Image via Ice Spice/ Soundcloud
Donald Morrison wants to see more brave soldiers on the subway — like the guy blasting Fort Minor on his portable stereo.
Listening to Rio feels like getting advice from the smartest guy in central booking – the one whose fate is usually the most fucked – but somehow he stays the calmest and most resolved. Released before he began serving a three-and-a-half year sentence for his role in an interstate drug ring, “Last Day Out,”is filled with useful jailhouse wisdom and a surprisingly optimistic outlook. “I might not even call a bitch until like week six,” he says, knowing it’s easier to not call at all than to experience the pain of getting an answering machine.
“Still Shit Talking” is the latest in a trilogy of songs highlighting the simplicity of what Rio has been doing these past four years: talking shit into a microphone. He’s described his rapping style in interviews as a contest among friends over who can come up with the most absurd line. But Rio is being humble; what he’s doing feels like a lot more than talking shit, even though it could ultimately be boiled down to nothing more than lean metaphors and comic book-esque anecdotes of violence and partying. It’s that, yes, but it’s also a hyper-specific narration of life on the brink of society and told with intelligence, lingo and repetition. “Me and Tay just stomped someone out, he’s got a pumpkin head’, how you sell dope off DDA and don’t know Pumpkin Head?,” he says. Rio isn’t going to hold your hand and explain his universe to you and the best storytellers don’t have too.
The Baby Stone Gorillas brought a Polaris Slingshot SL into The Jungles, turning the parking lot of a Baldwin Village park into a makeshift strip club – littering the ground with bills as the three-wheeled vehicle made its rounds. The rap collective used to be more of a thing in the 90s. You see crews these days but rarely straight up groups like the Baby Stone Gorillas, who form like Voltron to create something that’s more Westside Connection than Shoreline Mafia. The group has broadened the scope of their street-heavy sound with a thread of good old fashioned L.A. hedonism. “WOP” see’s 5much channeling his inner Keak Da Sneak, or even Juvenile, for a call to arms. Then P4K claims “I pour a six up of that Tris until my stomach goes corrupt.”
Sometimes I think of Ice Spice as lo-fi New York drill. She’s taken the language and ear for beats of the sub-genre and mixed it with subdued and mumbled intonation. “In Ha Mood,” serves as an airy tribute to feeling yourself.
Every new single from Ice Spice seems to induce strong online reaction, whether it’s the swift condemnation of the quirky “Bikini Bottom,” or the unfaltering cultural adoption of the phrase “Munch.” “In Ha Mood” is likely too low-stakes to draw real ire or adulation, but to me it’s perhaps the best example of Ice Spice making music on her terms and leaning into the kind of hushed Drill she’s becoming known for.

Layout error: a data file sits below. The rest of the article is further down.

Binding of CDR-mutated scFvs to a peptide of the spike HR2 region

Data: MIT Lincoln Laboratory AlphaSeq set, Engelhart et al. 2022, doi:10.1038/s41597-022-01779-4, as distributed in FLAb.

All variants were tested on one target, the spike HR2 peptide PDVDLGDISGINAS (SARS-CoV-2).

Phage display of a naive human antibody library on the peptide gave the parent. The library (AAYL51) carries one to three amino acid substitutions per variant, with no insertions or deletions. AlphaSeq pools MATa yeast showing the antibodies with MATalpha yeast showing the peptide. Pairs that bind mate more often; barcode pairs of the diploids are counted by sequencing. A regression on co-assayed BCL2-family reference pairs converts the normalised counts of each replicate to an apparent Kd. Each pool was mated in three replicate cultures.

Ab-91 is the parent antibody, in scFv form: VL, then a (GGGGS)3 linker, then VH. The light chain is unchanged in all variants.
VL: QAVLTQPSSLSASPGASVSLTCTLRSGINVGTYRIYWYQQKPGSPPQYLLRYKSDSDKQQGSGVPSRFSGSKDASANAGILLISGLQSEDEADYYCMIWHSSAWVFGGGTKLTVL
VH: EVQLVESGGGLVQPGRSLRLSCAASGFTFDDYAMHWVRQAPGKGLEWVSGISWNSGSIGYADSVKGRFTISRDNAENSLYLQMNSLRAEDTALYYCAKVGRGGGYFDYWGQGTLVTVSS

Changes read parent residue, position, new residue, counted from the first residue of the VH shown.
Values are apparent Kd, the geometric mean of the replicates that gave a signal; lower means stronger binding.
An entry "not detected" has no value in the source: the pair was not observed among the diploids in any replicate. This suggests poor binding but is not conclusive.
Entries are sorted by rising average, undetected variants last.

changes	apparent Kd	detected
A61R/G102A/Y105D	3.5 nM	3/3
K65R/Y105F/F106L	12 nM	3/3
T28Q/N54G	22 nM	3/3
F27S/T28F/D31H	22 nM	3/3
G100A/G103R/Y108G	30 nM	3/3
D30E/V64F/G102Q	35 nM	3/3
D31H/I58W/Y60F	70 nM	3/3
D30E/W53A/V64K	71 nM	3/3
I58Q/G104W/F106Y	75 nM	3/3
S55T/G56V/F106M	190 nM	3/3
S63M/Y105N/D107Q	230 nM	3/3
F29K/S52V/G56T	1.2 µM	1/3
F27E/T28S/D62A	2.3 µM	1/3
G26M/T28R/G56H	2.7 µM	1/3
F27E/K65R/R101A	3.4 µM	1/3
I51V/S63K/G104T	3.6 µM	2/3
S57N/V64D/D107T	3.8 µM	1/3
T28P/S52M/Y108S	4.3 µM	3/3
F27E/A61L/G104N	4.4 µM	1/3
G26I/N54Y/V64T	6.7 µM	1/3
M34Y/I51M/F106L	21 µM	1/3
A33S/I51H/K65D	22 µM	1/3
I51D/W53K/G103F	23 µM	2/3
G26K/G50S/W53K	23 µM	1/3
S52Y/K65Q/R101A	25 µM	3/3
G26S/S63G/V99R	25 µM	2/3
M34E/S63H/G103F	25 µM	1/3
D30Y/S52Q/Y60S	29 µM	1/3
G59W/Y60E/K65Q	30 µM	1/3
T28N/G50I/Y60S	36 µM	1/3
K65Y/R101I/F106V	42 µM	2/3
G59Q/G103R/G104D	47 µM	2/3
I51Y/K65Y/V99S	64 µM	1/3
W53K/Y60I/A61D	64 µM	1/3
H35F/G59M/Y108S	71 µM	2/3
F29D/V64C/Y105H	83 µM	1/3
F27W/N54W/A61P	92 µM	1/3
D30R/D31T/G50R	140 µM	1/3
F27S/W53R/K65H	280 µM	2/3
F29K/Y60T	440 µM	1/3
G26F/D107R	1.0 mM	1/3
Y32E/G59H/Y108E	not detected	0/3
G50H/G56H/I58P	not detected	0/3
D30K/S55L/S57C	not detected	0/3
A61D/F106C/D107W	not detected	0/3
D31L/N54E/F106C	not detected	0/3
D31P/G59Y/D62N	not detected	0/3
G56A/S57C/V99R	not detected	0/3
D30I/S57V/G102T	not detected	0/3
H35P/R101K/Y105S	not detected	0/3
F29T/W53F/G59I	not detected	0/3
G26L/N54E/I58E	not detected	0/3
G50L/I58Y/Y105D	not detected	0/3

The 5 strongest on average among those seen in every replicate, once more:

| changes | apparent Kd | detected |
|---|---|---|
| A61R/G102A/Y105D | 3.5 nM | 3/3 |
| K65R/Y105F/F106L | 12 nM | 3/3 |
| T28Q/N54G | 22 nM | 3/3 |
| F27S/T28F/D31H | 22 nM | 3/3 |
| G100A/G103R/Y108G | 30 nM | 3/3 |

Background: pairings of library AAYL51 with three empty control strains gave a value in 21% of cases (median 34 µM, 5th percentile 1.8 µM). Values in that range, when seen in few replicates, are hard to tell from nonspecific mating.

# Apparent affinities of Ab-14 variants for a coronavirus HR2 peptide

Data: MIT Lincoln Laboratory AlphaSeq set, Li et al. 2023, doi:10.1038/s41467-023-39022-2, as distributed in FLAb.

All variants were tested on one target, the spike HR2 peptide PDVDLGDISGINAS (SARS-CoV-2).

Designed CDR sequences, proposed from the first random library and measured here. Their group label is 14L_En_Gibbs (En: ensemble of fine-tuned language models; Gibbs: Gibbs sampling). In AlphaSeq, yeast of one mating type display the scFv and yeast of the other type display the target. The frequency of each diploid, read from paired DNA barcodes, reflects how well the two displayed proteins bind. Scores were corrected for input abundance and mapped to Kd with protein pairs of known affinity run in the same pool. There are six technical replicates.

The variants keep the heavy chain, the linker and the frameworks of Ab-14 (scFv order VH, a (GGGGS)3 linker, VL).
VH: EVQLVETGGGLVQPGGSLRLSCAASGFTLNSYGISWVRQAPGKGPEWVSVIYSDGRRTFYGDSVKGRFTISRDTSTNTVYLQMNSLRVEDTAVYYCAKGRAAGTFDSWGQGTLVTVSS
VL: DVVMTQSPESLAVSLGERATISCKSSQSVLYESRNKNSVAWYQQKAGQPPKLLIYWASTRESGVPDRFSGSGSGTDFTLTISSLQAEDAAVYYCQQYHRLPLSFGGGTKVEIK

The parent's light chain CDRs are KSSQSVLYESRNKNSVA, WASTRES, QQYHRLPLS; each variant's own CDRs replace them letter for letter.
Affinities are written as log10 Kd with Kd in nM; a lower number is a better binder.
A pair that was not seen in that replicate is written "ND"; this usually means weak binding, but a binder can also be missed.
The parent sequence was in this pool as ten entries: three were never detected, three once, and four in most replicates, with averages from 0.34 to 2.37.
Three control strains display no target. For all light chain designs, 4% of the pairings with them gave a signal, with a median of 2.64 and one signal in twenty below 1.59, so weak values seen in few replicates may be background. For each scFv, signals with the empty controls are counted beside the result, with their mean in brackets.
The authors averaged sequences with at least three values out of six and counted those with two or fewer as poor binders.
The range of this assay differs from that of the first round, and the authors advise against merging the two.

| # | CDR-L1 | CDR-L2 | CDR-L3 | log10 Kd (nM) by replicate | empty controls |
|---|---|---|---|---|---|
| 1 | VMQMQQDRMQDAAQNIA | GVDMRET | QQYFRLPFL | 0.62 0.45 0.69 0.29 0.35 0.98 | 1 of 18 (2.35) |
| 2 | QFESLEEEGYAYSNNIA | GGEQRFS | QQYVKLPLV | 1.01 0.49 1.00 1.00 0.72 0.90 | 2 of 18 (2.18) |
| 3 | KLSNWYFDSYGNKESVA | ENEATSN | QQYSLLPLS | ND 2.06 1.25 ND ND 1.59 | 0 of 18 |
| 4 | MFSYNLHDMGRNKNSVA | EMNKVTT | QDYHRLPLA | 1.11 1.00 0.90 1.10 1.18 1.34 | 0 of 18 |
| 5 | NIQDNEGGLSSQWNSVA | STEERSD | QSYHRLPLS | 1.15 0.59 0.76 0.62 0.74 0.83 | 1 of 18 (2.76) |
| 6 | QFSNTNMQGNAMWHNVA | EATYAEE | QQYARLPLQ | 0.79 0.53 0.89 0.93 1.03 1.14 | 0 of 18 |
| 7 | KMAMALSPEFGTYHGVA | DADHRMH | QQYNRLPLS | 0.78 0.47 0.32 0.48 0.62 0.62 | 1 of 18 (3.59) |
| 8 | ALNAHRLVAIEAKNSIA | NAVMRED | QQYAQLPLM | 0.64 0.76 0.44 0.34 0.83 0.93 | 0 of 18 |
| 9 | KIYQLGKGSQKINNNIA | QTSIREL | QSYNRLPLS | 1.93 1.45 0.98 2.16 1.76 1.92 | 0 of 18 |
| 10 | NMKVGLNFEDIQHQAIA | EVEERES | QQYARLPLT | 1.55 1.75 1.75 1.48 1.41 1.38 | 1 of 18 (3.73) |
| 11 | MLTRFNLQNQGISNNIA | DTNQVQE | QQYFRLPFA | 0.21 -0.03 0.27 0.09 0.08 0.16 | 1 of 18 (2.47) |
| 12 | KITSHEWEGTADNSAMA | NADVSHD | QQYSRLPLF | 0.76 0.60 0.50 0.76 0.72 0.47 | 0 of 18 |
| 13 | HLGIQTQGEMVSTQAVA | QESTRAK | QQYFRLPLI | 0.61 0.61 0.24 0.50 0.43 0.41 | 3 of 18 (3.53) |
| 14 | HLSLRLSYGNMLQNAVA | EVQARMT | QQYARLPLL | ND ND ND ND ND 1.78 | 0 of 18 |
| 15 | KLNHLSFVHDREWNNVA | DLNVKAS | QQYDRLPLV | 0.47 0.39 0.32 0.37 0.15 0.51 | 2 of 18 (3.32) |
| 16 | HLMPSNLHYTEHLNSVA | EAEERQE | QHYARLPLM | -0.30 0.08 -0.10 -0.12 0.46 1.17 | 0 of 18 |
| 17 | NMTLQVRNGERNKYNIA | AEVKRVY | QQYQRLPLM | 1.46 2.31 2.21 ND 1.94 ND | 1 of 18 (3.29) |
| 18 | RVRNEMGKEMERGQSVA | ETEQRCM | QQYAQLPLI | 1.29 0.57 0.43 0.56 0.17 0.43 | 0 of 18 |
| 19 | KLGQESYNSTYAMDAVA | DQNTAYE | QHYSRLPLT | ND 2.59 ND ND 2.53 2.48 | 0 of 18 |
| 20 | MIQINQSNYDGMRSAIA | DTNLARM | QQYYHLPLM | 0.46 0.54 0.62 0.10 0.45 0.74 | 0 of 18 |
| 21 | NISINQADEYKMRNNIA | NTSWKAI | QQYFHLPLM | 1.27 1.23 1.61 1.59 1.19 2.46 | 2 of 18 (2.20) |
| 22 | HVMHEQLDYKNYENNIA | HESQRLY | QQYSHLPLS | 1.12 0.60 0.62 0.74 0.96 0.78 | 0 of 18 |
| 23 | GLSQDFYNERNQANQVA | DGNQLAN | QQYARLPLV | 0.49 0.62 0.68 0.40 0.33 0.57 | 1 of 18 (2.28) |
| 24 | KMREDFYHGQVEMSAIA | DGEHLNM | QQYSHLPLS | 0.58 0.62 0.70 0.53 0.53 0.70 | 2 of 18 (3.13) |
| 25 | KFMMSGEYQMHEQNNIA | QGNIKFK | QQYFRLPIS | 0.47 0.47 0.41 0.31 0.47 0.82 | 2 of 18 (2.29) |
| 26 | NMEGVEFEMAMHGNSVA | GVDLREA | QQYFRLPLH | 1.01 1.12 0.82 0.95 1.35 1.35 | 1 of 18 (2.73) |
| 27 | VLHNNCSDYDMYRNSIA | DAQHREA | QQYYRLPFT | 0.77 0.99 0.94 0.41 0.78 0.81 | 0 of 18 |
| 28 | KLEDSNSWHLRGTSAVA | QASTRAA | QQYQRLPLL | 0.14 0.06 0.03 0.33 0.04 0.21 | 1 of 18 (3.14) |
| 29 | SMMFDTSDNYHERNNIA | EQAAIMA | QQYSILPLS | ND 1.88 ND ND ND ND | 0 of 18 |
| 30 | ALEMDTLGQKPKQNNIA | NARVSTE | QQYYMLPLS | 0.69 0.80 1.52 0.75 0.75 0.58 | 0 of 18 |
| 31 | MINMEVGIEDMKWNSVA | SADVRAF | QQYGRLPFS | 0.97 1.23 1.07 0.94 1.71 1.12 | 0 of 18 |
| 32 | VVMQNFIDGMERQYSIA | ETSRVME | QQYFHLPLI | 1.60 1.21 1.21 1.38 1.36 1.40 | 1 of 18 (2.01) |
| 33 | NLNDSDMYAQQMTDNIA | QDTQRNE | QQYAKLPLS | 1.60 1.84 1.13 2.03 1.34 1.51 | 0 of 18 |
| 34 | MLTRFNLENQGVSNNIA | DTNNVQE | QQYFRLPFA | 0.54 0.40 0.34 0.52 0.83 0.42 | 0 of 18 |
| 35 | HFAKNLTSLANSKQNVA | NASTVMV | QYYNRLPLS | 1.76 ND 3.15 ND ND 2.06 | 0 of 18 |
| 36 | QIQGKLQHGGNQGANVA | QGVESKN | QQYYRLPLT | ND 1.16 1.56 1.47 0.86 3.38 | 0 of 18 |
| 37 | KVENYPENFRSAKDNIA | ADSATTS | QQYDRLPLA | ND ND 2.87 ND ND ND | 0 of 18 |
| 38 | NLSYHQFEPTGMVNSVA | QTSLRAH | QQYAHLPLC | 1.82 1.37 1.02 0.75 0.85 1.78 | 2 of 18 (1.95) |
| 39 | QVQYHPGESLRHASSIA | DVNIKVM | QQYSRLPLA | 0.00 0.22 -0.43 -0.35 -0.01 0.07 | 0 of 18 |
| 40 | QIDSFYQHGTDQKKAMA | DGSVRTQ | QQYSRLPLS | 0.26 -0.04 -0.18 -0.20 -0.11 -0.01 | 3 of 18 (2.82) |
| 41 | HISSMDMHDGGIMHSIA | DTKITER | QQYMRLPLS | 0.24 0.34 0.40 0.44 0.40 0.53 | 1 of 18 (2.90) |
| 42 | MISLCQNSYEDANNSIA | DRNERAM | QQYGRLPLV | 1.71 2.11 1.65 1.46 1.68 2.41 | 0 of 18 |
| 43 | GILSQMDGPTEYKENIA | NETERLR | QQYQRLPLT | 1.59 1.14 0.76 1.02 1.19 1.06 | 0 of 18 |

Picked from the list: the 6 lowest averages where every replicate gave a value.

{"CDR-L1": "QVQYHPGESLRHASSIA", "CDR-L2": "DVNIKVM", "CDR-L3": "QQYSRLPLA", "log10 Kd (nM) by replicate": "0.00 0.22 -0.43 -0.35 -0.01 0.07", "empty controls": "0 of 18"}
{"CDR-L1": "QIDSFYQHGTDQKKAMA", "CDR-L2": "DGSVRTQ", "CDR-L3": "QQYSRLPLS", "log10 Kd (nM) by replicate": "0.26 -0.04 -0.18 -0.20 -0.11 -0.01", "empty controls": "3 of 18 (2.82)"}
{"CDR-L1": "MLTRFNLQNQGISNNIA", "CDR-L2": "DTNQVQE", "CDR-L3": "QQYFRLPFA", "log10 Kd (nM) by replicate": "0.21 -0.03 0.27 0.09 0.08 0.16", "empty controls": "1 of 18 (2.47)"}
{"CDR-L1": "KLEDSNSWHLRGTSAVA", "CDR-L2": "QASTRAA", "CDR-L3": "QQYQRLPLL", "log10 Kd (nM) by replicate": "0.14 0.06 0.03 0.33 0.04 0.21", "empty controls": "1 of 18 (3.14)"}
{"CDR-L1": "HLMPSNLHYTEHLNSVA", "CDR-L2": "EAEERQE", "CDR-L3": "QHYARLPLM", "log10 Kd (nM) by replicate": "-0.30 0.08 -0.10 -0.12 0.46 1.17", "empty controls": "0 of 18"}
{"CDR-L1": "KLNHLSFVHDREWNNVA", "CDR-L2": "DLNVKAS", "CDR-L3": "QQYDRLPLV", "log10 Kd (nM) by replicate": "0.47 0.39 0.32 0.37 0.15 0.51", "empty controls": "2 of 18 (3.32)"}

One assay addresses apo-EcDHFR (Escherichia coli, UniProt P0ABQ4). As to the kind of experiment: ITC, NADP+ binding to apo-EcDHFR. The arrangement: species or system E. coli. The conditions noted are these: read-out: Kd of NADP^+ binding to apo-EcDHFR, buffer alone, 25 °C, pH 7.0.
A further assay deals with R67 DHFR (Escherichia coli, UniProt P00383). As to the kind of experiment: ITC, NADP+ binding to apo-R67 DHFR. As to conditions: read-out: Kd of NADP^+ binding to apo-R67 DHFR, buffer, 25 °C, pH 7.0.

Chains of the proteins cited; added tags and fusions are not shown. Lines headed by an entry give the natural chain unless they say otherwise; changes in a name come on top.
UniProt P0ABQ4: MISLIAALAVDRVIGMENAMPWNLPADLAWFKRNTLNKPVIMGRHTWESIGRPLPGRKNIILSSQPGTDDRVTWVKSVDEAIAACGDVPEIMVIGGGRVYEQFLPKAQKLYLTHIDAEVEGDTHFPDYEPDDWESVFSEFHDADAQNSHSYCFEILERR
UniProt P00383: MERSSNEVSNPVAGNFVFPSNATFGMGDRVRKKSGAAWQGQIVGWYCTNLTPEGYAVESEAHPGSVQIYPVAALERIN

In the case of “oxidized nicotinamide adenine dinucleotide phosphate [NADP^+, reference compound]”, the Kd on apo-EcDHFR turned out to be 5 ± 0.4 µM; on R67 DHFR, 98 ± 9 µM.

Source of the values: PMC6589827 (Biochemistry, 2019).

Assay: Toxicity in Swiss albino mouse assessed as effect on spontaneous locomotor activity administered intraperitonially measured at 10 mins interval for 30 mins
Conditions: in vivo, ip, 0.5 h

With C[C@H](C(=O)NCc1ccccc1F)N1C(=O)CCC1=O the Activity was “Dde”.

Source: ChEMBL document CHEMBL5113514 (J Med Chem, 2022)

Wynne began the New Year by releasing a follow up to her six-minute, cult classic “CVTVLYST,” which saw her and crew on a rooftop in Portland rapping way better than anyone wanted to admit. Six years later “CATALYST II” shows Wynne with her same crew on a similar rooftop, except this time there’s helicopters and a mid-song interview with sportscaster Brooke Olzendam. In the years since the original dropped, Wynne has exceeded all (outside) expectations. The white girl from Portland, Oregon who can seemingly rap better than anyone else in the city has proven to be much more than a viral moment with a string of solid singles, a very good album and somewhat consistent freestyle drops on Instagram and Twitter. She’s even been embraced by The Portland Trail Blazers.
“CATALYST II” is further proof that Wynne is in her own lane. She showcases a dizzying array of flows and punchlines without ever bordering into the “OK, we get it, you can rap” territory. She does this by actually having something to say and by being a good writer in her own right, genuinely funny, surprising and compelling at the same time. “I get DM’s from all of your boyfriends, they slide in like shoes with no lace on, to take me on a trip, fuck me on the beach, then we hit the Poole like Draymond,” she says. The video is shot on top of Oregon Helicopters Downtown Portland Heliport, with producer Smyth and crew members Raf and Itay Lerner in the background. I’m hoping Wynne’s CATALYST series is a new sexennial tradition.